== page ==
Border football clubs

By Tommie Collins

Throughout the game a number of football clubs play in countries different to that of their origin. Reasons vary from geographical reasons, logistical and sometimes even disputes between countries.

Derry City, founded in 1928, played in the Northern Ireland league until 1972, when it was expelled due to issues related to the ‘The Troubles’. They were eventually admitted to the League of Ireland in 1985, where they have continued to play since. Due to the crisis between Ukraine and Russia over The Crimea, three clubs, FC SKChF Sevastopol, FC TSK Simferopol and FC Zhemchuzhina Yalta have been given dispensation to play in the Russian League since January 2015, the region is considered a “special zone” for football purposes until further notice.

In Wales, you have Swansea City, Colwyn Bay, Cardiff City, Newport County, Merthyr Tydfil and Wrexham, all of which play over the border in the English pyramid structure. Whilst you also have The New Saints who play in the Welsh Premier League, despite their headquarters being situated over the border in Oswestry.

There are also another three clubs from England that play in Wales; Bishops Castle, Trefonen and Newcastle, Shropshire. Here we delve into their backgrounds and look a little close at their peculiar circumstances.

Trefonen

“We re-established the club in 1981/82, and we played in the Sunday League in England for 15 years,” Club Chairman, Howard Martin, told Football Foyer.

“At the time many teams played on a Sunday. They were leagues of real standard. But things were changing, the committee was getting older and the club came to an end in 1996 because of a lack of interest by other parties.”

In 2008 however, locals decided to restart the club afresh, and with Sunday League football having run its course, they submitted a request to join the Montgomeryshire League.

Howard explained: “This made sense as we had a number of contacts over the border in Wales, and the Shrewsbury League itself was attempting to create a new league with higher standard teams compared to ourselves. This would have seen us travel to Telford, Ludlow and Clee Hill, and the league was pretty keen for us to join the new venture.”

The club had two options, either risk joining the new Shrewsbury venture or rejoin the Montgomeryshire League. Common sense prevailed the team opted for the latter.

Howard continued: “Our status as a football club was stabilised by the Football Association of Wales. With regards to ambition, it’s a real shame we can’t get promoted, but winning the league would still be a great moment in the club’s history. We love playing in the league and we have great connections with clubs such as Llangedwyn.”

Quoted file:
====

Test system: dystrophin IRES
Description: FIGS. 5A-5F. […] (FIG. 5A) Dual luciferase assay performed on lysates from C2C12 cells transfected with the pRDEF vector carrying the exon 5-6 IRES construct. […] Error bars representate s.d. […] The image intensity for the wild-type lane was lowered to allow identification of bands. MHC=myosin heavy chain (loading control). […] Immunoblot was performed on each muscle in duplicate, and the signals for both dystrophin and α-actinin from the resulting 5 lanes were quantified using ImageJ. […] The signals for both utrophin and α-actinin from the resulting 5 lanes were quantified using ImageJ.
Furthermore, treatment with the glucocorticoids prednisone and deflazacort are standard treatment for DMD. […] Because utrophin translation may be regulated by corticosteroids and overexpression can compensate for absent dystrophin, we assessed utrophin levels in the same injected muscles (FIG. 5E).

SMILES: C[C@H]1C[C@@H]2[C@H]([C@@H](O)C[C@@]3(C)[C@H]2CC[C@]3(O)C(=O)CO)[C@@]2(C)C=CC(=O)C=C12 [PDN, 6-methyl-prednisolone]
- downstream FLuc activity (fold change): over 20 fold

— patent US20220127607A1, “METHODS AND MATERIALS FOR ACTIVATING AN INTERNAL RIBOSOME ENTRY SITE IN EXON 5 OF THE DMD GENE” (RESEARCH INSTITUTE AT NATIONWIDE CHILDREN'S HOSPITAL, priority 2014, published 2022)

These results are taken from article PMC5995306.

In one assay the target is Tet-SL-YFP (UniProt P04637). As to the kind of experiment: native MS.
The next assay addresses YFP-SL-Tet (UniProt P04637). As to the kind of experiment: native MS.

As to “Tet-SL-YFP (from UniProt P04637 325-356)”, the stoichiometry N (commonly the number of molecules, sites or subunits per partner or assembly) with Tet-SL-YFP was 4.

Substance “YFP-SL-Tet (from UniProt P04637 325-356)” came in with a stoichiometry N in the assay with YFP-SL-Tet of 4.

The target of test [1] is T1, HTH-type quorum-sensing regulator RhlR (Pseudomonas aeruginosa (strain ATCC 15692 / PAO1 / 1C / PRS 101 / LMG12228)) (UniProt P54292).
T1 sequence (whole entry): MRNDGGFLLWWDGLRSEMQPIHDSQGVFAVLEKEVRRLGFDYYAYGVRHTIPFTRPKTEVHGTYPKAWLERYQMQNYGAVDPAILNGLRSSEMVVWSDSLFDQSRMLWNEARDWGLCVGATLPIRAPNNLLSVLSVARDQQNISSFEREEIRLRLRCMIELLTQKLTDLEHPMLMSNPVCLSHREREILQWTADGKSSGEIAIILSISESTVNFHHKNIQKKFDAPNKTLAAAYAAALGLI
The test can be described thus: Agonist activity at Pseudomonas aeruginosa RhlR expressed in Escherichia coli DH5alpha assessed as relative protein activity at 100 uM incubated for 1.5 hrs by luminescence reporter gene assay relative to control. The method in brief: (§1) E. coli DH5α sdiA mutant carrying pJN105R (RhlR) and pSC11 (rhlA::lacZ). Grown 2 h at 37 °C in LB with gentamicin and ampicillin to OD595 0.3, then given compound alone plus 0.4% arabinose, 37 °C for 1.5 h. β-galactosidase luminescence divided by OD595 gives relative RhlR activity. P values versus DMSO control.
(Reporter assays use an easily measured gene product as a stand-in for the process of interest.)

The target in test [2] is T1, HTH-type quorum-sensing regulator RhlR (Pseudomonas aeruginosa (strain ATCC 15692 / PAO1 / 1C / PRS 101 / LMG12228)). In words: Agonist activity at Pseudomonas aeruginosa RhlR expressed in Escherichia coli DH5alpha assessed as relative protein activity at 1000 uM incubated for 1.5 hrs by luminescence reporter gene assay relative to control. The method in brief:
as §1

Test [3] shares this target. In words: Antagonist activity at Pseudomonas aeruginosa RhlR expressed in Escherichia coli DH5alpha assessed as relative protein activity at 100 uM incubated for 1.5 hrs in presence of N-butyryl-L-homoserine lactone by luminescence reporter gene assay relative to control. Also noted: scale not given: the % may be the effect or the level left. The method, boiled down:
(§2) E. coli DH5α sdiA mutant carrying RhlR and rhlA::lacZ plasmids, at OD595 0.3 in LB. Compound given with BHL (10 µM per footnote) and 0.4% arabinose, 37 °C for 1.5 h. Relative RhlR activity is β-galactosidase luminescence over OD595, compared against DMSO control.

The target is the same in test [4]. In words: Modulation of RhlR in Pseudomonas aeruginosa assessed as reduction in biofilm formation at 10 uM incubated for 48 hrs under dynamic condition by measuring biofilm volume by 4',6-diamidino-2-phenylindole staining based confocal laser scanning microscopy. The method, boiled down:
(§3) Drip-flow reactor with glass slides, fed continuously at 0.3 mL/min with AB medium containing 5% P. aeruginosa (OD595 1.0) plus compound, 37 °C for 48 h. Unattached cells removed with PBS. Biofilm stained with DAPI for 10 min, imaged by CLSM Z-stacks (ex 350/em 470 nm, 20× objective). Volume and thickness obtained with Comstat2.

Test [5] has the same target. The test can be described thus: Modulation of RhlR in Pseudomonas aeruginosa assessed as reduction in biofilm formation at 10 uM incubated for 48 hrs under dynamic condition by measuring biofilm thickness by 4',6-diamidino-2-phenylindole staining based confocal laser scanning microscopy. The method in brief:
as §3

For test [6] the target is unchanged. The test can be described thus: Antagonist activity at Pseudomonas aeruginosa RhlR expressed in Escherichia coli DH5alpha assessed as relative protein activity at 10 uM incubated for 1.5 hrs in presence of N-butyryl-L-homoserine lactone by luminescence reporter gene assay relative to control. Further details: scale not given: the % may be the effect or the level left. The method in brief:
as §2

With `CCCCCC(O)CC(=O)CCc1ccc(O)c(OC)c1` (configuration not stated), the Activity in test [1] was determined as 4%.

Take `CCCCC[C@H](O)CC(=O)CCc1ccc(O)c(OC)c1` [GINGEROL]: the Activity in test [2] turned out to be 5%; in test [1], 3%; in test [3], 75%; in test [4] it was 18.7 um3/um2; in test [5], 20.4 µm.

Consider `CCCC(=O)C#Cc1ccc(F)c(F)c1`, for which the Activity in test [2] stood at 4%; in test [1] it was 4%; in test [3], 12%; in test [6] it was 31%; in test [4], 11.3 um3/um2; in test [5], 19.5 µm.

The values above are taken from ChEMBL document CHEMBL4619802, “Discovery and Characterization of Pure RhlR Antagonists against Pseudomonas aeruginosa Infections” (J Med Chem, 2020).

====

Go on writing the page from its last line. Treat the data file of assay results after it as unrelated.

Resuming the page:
Despite locals coming together to reform the club, they’re still finding it hard to get a decent attendance in to support.

Howard finished: “The locals don’t seem to have any sort of interest in the club, with an average attendance of 15. Yet, back in the Sunday League days, we averaged the 100 mark. Nevertheless, at the end of the day football is all about enjoyment and we’re certainly doing that.”

Bishops Castle

This is a club that sits only a mile within the English border, and according to Club Secretary, Lee Davies, playing within the Wales pyramid is a matter of common sense.

“Despite playing in England for a period, historically, we’ve played the majority of our football in Wales,” Lee Davies told Football Foyer.

“We returned to Wales two seasons back, given the majority of the league’s teams were situated in and around Telford. Therefore, it was daft for us to travel as far to play football for pleasure alone. It’s worth bearing in mind that we only left Wales for England in the first instance because we were rejected entry into the new Mid Wales Second Division.”

Despite being happy with their place back within the Wales setup, they do possess ambition to reach the higher divisions in the future. However, promotion is a no-go for the foreseeable future.

Lee explained: “When we rejoined the Welsh league, we signed an agreement that we would only be allowed to play at a leisurely level. We’d love to play at a higher level one day; the Mid Wales League if possible.”

Issues currently exist within the Mid Wales Division Two. Only 13 teams currently play in the league, despite it being meant to hold 16. The club were optimistic of promotion last summer and submitted a request. This, however, was turned down.

With the club literally on the border with Wales, a number of children from Wales attend the area’s secondary school.

Lee continued: “Pupils from Knighton, Montgomery and Churchstoke travel to the area each day, and this creates a real Welsh influence within the local community. In training, we’d normally play five-a-side between the Welsh and English contingencies. These are competitive but very light-hearted.”

FAW reaction

When asked to comment, Andrew Howard, FAW Head of Competitions, told Football Foyer:

“Bishops Castle, Trefonen and Newcastle have permission to play in Wales at a recreational level. This is because of geographical reasons, as the costs of travelling to participate in the Telford area league would be prove too expensive. However, they can’t achieve promotion and the English FA agrees. If the clubs show an ambition to gain promotion they’ll have to rejoin the English pyramid. At the end of the day, these clubs want to play football. This agreement suits everyone.”

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